Use this URL to cite or link to this record in EThOS: http://ethos.bl.uk/OrderDetails.do?uin=uk.bl.ethos.694985
Title: A critical analysis of the continued use of Georgian buildings : a case study of Darley Abbey Mills, Derbyshire
Author: Deakin, Emmie Lousie
ISNI:       0000 0004 5993 6903
Awarding Body: University of Derby
Current Institution: University of Derby
Date of Award: 2016
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Abstract:
This thesis undertakes a critical assessment of the impact of Statutory Legislation and UNESCO World Heritage Designation upon the sustainability and continued use of historic industrial buildings, utilising the late 18th Century Georgian Industrial Buildings of Darley Abbey Mills, Derby, as a case study. This thesis provides an indepth and longitudinal analysis of the morphology and evolution of Darley Abbey Mills between 2006-2015, during this time the assessment of whether the mills would find a sustainable and continued contemporary use has shifted from a concern that the site was slowly disintegrating with the danger of an important historical artefact being lost for ever or becoming irrevocably damaged through lack of maintenance and repair to a position where the future of the mills is looking promising. What makes Darley Abbey Mills so unusual or unique is that it possesses the highest possible levels of statutory protection, but that is also under private ownership. The initial findings in an analysis of policy documents and planning applications between 2006- 2010 was that there was limited engagement with the external heritage and conservations stakeholders or the Local Authority, an ‘umbrella of statutory protection’ was not providing barriers or protecting the site, there was just a lack of action by all parties. This changed during the period 2010-13 when the site came under new unified ownership, the new owners started to make small adaptations and repairs to the site that enabled them to encourage new tenants from the creative and artisan communities to the site, however all of this work was not authorised, nor was planning permission sought. Although there was still a lack of enforcement of what can be seen as ‘aspirational urbanism’, a dialogue was started between the owners and the wider stakeholder community. Between 2013-2015, the relationship between all of the stakeholders became more formalised and an unofficial partnership was formed between the owners and the monitoring bodies that resulted in the successful planning application to adapt the West Mills and Long Mill, which moved some of the way towards ensuring the sustainable and continued use of Darley Abbey Mills.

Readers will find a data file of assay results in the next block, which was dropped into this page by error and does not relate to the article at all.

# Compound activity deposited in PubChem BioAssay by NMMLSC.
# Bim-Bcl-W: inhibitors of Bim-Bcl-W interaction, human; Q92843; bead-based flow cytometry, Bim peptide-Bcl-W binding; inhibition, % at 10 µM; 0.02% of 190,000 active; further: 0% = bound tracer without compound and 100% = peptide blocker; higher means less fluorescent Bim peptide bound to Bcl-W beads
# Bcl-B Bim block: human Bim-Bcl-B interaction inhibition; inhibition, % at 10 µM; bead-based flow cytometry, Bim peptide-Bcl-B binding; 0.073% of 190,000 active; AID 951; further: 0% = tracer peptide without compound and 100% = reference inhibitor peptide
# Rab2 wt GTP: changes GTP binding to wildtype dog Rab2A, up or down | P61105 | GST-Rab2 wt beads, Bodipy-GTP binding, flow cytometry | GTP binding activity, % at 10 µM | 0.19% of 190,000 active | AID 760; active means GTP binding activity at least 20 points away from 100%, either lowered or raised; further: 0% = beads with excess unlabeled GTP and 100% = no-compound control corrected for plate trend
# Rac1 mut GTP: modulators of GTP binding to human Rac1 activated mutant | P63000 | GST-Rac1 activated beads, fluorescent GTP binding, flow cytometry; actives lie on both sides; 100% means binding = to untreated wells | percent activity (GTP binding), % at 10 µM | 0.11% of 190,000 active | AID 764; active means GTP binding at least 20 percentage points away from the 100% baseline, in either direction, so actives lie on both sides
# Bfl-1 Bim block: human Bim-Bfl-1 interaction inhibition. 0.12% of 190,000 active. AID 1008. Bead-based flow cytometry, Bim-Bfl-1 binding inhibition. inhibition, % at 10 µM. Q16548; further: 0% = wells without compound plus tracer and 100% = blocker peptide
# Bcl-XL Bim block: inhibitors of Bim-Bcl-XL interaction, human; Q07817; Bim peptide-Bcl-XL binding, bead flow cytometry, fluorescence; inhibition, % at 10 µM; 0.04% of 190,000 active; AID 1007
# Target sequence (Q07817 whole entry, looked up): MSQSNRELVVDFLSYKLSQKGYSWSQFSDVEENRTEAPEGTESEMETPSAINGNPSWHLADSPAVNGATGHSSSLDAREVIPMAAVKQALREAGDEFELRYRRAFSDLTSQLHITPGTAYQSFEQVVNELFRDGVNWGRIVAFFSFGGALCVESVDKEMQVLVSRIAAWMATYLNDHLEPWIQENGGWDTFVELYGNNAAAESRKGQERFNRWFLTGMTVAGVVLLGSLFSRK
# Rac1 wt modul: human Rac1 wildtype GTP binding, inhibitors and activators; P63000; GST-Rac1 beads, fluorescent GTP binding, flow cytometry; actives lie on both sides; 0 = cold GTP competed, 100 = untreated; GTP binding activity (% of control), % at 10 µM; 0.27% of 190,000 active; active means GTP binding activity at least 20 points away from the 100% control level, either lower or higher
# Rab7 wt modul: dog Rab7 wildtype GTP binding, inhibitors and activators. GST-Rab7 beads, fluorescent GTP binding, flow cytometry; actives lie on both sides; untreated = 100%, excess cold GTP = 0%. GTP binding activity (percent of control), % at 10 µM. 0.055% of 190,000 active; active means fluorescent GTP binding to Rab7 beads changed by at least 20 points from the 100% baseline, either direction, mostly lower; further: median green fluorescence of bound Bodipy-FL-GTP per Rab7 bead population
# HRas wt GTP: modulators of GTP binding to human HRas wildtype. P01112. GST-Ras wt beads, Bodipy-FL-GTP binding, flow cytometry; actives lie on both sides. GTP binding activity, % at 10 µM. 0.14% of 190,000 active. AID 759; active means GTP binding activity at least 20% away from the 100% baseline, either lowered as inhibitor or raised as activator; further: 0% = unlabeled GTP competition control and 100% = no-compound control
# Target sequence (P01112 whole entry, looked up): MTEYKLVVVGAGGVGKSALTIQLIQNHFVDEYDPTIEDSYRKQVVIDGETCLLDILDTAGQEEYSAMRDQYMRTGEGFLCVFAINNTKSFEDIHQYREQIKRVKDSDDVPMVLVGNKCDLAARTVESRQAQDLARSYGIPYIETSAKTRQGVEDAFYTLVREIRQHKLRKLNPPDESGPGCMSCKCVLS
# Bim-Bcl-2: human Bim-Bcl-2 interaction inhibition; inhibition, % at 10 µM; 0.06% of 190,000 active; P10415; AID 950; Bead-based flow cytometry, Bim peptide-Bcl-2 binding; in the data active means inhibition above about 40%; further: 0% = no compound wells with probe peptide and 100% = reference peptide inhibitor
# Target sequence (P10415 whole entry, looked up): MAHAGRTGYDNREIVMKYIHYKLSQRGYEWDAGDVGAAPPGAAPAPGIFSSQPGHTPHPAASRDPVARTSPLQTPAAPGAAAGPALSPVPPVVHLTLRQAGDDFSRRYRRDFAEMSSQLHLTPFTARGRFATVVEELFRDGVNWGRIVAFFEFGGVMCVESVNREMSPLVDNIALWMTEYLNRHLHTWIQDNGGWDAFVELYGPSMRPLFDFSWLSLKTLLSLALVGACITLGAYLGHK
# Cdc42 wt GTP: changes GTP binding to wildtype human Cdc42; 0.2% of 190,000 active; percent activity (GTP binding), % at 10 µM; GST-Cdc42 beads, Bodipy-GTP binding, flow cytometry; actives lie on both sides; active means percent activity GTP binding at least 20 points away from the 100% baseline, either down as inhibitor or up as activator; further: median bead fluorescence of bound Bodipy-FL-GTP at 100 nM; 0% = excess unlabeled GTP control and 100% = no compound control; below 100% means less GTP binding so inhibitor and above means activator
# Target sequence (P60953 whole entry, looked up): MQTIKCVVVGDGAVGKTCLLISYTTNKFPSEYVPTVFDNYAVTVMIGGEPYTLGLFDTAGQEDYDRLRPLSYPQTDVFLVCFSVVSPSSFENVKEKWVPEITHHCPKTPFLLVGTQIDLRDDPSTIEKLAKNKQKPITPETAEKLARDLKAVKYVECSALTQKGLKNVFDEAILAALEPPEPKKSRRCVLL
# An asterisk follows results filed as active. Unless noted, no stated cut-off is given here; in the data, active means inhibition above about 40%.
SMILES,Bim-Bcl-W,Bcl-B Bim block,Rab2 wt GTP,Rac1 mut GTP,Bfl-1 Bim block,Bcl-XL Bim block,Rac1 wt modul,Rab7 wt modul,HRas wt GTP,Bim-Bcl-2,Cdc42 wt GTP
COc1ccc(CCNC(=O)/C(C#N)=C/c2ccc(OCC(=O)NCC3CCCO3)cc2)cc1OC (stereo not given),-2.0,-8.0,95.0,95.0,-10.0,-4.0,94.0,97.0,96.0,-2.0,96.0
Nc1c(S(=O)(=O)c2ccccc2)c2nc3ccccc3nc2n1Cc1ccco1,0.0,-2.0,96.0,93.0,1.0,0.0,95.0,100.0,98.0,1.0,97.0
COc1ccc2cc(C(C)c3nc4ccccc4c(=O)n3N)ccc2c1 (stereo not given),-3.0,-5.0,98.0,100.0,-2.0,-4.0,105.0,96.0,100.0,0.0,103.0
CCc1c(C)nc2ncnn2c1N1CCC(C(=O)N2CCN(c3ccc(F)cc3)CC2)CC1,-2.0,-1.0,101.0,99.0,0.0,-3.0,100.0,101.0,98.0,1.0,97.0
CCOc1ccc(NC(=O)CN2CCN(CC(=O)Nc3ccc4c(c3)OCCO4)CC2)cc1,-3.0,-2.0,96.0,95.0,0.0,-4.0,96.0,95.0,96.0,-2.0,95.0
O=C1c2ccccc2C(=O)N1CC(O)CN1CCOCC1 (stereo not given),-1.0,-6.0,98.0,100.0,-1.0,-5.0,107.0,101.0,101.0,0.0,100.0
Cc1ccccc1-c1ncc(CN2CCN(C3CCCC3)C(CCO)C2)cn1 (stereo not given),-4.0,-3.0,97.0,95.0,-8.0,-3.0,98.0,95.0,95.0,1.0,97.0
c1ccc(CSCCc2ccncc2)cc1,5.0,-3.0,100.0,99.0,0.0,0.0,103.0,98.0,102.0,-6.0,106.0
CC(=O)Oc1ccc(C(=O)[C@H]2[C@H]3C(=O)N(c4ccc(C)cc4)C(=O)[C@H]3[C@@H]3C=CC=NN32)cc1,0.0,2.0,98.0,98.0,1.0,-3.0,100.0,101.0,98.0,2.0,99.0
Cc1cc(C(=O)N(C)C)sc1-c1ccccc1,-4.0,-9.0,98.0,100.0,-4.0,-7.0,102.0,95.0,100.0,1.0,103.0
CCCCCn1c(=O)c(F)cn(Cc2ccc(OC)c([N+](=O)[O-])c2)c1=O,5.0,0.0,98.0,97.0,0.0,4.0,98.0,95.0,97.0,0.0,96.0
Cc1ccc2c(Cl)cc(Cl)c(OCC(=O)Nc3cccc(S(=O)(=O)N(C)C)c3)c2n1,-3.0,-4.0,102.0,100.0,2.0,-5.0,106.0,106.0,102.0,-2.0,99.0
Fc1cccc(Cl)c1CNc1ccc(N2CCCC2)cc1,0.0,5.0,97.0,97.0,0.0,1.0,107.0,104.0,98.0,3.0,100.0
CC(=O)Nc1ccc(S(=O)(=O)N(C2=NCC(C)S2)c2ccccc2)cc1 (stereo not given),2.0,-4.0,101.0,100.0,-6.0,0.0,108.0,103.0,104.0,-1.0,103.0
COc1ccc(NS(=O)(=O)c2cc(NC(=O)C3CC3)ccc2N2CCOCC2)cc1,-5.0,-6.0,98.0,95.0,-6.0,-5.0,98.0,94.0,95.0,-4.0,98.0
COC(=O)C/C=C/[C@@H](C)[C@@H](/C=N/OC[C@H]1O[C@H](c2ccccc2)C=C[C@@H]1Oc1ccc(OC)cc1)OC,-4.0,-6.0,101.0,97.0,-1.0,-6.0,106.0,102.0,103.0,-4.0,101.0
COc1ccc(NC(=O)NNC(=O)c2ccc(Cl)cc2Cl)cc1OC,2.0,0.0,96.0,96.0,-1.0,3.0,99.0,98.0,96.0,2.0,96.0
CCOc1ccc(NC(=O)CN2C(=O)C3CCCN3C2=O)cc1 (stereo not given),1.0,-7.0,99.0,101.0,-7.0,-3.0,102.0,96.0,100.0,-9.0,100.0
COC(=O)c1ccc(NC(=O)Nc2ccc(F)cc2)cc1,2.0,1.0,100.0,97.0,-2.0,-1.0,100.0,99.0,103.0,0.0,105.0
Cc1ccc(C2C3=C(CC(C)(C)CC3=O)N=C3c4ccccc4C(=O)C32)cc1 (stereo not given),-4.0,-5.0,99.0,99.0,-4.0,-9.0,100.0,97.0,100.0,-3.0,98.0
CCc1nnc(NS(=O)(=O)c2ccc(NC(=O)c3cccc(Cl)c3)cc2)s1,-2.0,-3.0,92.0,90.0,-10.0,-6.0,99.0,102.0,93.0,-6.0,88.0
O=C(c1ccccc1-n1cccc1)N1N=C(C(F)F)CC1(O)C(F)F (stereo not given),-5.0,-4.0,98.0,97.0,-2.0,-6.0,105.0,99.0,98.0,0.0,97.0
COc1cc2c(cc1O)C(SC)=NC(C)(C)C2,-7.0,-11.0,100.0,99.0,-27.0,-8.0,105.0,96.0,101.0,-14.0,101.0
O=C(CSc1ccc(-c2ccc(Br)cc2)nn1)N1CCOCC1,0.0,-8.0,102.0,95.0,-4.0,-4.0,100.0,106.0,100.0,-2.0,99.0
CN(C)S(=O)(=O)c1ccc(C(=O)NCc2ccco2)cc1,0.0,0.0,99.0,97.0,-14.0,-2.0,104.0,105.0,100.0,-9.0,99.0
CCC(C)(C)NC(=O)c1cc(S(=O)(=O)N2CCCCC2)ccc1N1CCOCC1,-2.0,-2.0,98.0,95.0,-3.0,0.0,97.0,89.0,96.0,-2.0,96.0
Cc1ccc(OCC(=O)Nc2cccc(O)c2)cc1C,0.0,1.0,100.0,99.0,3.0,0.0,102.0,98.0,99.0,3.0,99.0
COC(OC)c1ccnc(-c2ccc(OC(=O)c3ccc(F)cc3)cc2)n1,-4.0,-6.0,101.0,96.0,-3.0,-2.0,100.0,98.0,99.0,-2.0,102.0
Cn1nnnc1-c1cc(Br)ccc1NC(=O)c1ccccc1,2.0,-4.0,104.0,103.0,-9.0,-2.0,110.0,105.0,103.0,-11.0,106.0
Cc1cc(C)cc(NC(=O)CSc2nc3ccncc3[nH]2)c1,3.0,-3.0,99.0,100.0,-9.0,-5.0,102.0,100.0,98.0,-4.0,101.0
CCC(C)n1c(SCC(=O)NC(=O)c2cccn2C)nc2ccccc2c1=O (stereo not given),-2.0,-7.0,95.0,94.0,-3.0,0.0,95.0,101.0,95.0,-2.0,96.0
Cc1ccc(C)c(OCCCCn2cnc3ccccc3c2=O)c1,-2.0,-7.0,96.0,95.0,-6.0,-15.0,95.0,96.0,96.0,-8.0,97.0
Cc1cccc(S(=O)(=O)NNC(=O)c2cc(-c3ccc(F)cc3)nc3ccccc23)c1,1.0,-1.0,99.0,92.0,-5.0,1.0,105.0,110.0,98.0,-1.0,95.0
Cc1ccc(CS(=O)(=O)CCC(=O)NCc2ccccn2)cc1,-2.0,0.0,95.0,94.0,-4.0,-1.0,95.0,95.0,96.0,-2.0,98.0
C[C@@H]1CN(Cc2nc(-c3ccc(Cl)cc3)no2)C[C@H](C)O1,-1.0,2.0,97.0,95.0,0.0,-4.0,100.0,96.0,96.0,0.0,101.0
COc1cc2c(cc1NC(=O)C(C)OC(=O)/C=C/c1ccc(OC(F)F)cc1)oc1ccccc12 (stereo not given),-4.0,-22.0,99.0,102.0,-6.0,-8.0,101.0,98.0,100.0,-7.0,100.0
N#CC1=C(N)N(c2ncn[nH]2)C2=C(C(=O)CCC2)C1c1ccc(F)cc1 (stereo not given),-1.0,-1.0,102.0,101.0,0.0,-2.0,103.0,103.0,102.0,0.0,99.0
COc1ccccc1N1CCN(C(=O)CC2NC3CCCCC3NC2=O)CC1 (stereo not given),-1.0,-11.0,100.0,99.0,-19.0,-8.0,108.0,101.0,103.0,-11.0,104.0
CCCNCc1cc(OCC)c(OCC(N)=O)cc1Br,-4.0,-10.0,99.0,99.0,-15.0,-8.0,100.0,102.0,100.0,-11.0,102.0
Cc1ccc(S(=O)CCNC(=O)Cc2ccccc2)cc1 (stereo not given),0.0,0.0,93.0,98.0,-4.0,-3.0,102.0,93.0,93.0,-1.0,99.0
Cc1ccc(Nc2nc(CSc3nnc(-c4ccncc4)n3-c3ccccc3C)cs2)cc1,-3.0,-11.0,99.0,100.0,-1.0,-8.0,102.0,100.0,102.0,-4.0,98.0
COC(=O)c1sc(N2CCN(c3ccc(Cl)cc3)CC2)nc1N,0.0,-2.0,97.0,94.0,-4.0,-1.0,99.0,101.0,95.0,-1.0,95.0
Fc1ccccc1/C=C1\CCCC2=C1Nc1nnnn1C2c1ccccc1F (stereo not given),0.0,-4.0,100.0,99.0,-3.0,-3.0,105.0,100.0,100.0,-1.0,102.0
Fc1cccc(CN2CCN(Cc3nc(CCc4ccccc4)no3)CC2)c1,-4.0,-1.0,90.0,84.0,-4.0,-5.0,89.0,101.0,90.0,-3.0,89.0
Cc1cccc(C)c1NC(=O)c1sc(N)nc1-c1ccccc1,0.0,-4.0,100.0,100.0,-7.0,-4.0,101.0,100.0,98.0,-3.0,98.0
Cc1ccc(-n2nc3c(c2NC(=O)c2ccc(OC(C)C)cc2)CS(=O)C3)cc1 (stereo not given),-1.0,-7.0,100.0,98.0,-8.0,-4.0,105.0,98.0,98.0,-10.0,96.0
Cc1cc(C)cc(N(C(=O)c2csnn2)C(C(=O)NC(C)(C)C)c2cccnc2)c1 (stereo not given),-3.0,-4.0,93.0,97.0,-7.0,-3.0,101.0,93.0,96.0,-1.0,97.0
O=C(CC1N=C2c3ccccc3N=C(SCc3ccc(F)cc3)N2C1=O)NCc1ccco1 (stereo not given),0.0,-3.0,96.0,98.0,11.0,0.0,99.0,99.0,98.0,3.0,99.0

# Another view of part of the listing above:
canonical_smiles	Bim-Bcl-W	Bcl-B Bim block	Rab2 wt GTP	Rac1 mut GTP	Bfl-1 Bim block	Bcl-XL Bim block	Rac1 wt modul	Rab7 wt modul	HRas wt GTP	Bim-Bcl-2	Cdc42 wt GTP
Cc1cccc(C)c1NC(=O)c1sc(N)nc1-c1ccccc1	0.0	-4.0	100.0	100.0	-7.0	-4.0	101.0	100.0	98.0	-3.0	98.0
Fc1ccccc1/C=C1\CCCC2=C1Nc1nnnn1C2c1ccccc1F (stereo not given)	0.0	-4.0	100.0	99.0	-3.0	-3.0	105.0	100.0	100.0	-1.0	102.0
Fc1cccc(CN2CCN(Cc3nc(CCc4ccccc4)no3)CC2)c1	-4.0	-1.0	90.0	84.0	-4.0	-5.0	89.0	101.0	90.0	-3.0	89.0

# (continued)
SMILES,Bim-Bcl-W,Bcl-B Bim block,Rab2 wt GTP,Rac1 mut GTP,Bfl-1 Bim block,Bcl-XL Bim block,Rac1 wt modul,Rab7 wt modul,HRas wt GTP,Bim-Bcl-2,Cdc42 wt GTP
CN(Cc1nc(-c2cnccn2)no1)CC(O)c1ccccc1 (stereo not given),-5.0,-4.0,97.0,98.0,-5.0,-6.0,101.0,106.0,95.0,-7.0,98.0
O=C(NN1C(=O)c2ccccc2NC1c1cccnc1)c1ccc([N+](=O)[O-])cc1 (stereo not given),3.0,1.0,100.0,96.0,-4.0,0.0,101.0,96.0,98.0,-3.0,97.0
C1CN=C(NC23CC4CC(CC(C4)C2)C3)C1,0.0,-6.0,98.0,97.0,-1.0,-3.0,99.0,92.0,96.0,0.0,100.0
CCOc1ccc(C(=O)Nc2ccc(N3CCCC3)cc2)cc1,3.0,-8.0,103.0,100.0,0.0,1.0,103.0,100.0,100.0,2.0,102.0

Supervisor: Not available Sponsor: Not available
Qualification Name: Thesis (Ph.D.) Qualification Level: Doctoral
EThOS ID: uk.bl.ethos.694985  DOI: Not available
Keywords: Architectural Conservation ; Heritage ; Built Environment
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